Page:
Farewell Ahmad Salim, the Contrary Traveller

The creative and research-based dimensions of Salim were so diverse that it is not easy to cover them at a time.

7 min read
Hindi Female

Main maut noon jiveya

Te hayati tikar aagaya vaan

Ae kavitaavaan likhde hoe

Mein maut vich muskuraya, par hayaati mere val hath vadhaa ditta

Te aakheya

Aseen kadon mile saan yaar?

Aseen Kadon Mile Saan?

(I lived death

Then came towards life

While writing these poems

I smiled in death, but life extended its hand towards me

And said

When did we ever meet friend?)

When Did We Ever Meet?

Little did I know while working on a centenary piece on the great Pakistani poet Shaikh Ayaz for this newspaper, that the great Punjabi poet, historian, compiler and archivist Ahmad Salim, who had brought Ayaz to a Punjabi audience decades ago, would join the latter in eternity in the wee hours of 11 December at the age of 78 last week in Islamabad.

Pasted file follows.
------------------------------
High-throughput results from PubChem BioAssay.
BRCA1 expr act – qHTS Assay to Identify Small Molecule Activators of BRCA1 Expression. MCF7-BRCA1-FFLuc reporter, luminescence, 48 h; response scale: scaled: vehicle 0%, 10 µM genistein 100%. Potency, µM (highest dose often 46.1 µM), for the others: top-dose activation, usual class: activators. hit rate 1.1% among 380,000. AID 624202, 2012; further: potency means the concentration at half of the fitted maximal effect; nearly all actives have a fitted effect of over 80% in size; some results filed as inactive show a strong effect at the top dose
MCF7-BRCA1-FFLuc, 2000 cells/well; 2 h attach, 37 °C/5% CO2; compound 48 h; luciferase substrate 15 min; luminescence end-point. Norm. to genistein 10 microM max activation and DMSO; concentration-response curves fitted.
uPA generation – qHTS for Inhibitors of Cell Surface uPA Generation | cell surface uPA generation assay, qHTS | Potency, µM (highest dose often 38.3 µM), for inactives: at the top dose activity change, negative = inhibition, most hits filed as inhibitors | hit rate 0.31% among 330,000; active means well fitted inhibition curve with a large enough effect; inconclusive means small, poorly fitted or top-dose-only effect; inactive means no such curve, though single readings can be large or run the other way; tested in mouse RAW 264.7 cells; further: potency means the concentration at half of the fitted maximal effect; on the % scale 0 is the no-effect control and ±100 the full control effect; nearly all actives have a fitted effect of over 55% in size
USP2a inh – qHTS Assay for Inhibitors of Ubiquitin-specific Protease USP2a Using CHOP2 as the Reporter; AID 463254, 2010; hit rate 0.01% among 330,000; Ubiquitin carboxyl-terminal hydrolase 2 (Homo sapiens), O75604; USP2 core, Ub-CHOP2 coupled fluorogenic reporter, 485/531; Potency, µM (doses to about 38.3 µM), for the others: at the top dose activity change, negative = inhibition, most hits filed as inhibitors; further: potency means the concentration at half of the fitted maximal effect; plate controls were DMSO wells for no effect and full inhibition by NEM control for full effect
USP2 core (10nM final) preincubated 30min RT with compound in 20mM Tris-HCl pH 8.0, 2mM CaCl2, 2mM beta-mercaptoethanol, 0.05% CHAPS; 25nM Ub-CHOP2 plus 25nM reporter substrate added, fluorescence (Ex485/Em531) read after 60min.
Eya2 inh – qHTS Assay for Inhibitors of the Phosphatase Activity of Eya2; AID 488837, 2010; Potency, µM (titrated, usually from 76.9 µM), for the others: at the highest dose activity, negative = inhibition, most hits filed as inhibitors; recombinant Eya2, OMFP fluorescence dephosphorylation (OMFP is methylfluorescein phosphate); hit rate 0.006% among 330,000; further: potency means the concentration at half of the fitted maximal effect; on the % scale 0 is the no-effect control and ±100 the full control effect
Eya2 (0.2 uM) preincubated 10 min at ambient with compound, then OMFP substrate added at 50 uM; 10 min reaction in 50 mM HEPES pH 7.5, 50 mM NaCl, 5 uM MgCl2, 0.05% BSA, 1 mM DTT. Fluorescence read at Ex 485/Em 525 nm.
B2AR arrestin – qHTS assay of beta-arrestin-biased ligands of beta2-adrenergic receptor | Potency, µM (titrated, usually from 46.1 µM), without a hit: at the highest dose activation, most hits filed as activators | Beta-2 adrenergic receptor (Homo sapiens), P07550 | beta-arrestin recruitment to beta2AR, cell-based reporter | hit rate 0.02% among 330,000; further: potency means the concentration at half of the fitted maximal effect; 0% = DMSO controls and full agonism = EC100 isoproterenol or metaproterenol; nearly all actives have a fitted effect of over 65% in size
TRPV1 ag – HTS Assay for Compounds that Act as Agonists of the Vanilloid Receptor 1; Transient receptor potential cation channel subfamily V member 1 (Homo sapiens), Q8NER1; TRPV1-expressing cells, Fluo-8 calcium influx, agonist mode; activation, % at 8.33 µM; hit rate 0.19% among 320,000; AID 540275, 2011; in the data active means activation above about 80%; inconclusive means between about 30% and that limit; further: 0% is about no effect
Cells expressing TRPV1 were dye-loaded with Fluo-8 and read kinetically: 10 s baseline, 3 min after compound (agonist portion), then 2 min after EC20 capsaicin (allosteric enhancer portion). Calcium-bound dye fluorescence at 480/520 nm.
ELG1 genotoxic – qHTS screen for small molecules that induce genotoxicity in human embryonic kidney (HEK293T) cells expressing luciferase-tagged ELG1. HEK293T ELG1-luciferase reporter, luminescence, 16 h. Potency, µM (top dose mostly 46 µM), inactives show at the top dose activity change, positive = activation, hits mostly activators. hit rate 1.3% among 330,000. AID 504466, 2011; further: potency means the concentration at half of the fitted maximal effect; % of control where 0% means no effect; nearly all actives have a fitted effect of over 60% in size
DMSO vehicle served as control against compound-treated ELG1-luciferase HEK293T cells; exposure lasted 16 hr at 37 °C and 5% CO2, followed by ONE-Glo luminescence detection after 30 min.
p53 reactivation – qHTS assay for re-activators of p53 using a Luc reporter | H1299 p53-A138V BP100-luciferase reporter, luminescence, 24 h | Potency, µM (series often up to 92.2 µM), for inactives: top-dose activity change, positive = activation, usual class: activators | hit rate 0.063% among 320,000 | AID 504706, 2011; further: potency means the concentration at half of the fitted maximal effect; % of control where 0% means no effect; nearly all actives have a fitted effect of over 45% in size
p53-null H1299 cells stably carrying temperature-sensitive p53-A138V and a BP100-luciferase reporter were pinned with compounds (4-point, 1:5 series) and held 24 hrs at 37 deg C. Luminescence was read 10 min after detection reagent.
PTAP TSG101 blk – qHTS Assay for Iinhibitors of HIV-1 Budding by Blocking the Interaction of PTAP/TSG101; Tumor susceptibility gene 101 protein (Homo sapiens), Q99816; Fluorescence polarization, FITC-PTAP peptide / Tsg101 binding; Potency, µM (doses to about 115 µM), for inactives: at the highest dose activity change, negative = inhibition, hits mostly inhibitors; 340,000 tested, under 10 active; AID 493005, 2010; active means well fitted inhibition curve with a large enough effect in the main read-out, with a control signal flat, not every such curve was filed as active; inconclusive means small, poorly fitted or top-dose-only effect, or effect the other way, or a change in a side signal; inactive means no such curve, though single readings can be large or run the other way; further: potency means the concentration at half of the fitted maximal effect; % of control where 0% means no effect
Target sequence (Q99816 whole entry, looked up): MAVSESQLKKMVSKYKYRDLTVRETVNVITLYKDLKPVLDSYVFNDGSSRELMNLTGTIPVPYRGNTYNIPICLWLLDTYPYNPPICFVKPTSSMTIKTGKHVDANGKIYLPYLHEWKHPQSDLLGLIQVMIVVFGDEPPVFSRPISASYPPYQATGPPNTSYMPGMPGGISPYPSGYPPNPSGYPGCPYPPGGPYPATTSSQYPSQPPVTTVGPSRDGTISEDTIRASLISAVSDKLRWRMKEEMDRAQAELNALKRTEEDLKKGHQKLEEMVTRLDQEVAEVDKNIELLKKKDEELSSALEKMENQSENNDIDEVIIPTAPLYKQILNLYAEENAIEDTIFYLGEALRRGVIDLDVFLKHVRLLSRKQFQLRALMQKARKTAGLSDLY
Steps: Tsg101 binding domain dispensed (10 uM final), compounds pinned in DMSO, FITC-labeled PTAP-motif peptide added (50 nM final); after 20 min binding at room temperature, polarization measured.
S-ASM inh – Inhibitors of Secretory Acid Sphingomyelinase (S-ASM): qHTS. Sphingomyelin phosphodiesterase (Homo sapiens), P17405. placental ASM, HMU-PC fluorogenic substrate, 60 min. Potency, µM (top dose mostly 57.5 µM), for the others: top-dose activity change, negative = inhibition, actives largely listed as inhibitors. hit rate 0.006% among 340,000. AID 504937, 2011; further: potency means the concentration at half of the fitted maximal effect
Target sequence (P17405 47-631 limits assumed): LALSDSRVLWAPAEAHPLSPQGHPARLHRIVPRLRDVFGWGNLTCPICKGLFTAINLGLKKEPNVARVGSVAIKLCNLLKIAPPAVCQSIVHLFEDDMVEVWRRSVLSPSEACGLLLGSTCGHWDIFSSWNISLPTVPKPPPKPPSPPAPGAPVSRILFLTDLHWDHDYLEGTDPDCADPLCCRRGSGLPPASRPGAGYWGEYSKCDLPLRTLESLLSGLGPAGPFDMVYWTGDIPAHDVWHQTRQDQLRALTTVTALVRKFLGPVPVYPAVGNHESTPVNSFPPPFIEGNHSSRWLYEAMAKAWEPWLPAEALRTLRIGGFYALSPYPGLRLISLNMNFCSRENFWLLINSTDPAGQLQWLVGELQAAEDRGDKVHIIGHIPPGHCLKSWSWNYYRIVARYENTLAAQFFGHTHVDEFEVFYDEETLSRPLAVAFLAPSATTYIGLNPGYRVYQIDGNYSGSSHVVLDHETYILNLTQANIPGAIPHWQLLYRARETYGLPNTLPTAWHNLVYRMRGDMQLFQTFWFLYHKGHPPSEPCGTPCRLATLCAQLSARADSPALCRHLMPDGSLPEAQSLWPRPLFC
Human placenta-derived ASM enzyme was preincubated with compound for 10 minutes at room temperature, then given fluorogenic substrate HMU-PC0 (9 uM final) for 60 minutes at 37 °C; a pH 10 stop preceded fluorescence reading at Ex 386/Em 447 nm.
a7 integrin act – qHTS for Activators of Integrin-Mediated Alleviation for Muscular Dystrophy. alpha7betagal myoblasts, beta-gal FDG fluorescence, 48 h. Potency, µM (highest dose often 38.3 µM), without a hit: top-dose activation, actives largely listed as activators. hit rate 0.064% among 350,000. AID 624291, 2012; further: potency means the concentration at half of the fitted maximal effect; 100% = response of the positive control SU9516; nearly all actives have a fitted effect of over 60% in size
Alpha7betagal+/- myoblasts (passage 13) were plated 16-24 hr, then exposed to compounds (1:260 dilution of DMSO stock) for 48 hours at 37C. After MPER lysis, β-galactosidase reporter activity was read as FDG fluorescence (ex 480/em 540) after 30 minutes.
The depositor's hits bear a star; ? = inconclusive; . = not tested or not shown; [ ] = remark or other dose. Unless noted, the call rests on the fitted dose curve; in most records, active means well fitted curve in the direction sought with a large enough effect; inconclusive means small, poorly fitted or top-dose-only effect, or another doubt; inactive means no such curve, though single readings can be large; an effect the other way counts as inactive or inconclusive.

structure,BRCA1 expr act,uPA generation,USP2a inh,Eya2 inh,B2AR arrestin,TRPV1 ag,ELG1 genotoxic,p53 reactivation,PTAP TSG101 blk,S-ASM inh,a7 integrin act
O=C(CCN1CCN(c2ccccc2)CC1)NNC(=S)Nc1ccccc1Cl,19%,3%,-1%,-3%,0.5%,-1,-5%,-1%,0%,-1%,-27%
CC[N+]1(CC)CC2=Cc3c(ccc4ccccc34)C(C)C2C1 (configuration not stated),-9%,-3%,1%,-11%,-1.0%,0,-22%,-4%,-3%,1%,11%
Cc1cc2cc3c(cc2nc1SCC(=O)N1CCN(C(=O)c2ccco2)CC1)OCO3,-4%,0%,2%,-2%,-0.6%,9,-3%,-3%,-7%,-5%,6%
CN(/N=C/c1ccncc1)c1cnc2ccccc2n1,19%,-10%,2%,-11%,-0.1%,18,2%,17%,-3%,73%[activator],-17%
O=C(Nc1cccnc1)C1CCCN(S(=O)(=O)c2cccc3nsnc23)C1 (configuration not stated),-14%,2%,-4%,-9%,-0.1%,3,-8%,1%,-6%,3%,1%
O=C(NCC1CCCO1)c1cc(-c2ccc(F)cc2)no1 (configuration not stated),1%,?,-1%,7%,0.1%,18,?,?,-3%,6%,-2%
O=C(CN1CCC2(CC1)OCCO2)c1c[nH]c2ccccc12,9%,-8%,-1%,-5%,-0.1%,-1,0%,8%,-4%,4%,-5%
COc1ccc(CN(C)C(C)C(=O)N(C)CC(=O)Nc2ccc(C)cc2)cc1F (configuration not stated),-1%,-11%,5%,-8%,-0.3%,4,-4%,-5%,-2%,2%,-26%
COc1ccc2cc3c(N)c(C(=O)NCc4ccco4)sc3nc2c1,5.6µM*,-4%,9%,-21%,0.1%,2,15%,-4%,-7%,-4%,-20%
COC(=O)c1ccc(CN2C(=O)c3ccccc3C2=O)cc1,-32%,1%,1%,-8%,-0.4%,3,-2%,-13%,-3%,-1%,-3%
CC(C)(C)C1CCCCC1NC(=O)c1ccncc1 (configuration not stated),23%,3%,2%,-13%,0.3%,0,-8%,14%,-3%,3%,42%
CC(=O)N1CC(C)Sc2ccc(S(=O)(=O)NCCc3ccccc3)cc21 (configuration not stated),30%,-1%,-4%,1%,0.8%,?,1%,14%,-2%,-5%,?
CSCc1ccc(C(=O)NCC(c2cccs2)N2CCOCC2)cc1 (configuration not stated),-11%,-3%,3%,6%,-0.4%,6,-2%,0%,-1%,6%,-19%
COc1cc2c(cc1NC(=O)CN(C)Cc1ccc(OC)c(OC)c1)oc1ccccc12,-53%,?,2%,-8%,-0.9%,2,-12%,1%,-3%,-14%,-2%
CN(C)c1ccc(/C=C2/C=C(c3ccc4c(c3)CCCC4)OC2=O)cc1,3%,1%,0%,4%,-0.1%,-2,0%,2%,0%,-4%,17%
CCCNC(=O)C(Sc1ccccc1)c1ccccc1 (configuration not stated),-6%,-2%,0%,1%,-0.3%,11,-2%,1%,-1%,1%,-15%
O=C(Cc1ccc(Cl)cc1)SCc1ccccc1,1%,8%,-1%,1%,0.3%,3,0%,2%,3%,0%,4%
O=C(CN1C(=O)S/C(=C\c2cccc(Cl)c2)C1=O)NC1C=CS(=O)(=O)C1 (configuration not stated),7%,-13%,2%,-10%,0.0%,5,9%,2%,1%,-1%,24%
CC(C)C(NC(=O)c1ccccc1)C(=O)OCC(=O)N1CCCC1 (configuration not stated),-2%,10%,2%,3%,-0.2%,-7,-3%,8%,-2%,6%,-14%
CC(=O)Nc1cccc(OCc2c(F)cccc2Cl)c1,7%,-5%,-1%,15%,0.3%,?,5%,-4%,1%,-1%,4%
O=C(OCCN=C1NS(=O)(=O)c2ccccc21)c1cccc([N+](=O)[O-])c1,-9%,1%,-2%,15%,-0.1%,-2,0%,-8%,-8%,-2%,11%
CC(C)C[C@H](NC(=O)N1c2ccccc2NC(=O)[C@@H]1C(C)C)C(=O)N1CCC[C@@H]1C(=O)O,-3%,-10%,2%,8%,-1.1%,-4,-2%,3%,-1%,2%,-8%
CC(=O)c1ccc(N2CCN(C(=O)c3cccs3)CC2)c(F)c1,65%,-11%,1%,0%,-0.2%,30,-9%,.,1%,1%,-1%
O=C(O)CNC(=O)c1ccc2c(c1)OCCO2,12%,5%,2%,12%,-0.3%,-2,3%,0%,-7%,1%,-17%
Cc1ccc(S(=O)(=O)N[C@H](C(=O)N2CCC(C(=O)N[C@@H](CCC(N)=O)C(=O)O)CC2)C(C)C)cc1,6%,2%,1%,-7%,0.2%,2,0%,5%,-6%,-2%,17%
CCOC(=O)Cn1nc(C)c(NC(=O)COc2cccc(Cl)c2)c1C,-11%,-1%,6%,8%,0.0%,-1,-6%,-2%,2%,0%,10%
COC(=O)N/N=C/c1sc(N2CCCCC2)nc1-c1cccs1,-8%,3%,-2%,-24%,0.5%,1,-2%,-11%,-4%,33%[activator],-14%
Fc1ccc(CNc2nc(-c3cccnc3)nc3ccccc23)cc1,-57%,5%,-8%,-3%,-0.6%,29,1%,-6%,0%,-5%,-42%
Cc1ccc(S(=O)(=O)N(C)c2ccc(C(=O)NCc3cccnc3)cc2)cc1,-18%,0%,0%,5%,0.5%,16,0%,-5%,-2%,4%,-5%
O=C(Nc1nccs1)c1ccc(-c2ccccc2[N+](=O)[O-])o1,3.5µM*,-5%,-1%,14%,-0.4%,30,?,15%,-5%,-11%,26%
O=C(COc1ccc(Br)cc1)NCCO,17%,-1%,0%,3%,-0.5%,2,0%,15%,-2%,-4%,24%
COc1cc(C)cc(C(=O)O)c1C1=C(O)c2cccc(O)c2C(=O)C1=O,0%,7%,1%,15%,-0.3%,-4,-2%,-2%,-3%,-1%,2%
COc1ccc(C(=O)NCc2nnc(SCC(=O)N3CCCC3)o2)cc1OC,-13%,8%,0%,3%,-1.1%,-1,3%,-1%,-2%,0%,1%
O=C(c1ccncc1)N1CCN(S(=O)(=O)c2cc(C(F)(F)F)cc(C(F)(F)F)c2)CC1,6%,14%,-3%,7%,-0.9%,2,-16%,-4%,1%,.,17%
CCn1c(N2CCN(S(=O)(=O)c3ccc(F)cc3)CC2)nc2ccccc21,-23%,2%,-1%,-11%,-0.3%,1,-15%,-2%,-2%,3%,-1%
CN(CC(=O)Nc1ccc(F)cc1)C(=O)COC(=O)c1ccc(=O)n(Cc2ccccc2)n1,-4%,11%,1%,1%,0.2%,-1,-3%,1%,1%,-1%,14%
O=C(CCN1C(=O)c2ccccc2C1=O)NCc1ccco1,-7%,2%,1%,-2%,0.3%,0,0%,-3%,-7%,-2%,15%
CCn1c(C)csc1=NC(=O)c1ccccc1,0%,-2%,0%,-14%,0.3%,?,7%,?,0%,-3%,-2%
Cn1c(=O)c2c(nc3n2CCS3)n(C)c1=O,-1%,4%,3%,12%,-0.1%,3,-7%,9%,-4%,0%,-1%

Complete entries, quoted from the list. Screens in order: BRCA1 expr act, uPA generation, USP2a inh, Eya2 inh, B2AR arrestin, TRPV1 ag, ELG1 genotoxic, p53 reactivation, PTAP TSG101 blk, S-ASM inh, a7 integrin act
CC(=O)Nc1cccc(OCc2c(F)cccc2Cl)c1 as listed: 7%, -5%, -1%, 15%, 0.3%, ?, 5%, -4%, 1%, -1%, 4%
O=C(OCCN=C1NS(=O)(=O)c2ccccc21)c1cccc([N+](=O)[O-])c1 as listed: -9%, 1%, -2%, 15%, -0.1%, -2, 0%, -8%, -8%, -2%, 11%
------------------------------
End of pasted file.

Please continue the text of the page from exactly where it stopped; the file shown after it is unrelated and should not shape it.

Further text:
Salim – with whom I had an academic and personal association of over two decades – was the name of not a personality, but an era within which the drowning, emerging society of his memories, the change in the changing currents of history and geographical lines can be seen everywhere. It is necessary to peep into the window of the past where this genius was born in order to understand his art and ideas. The sorrows scattered in his poetry can be easily searched in the memories, streets and quarters of his childhood, within lost relations. The twists and turns of his life were the same as the trails of his village. Where the blooming mustard flowers too showed off their beauty and in a few places some thorn or stone on the way, gave a clue to his sorrows and pain.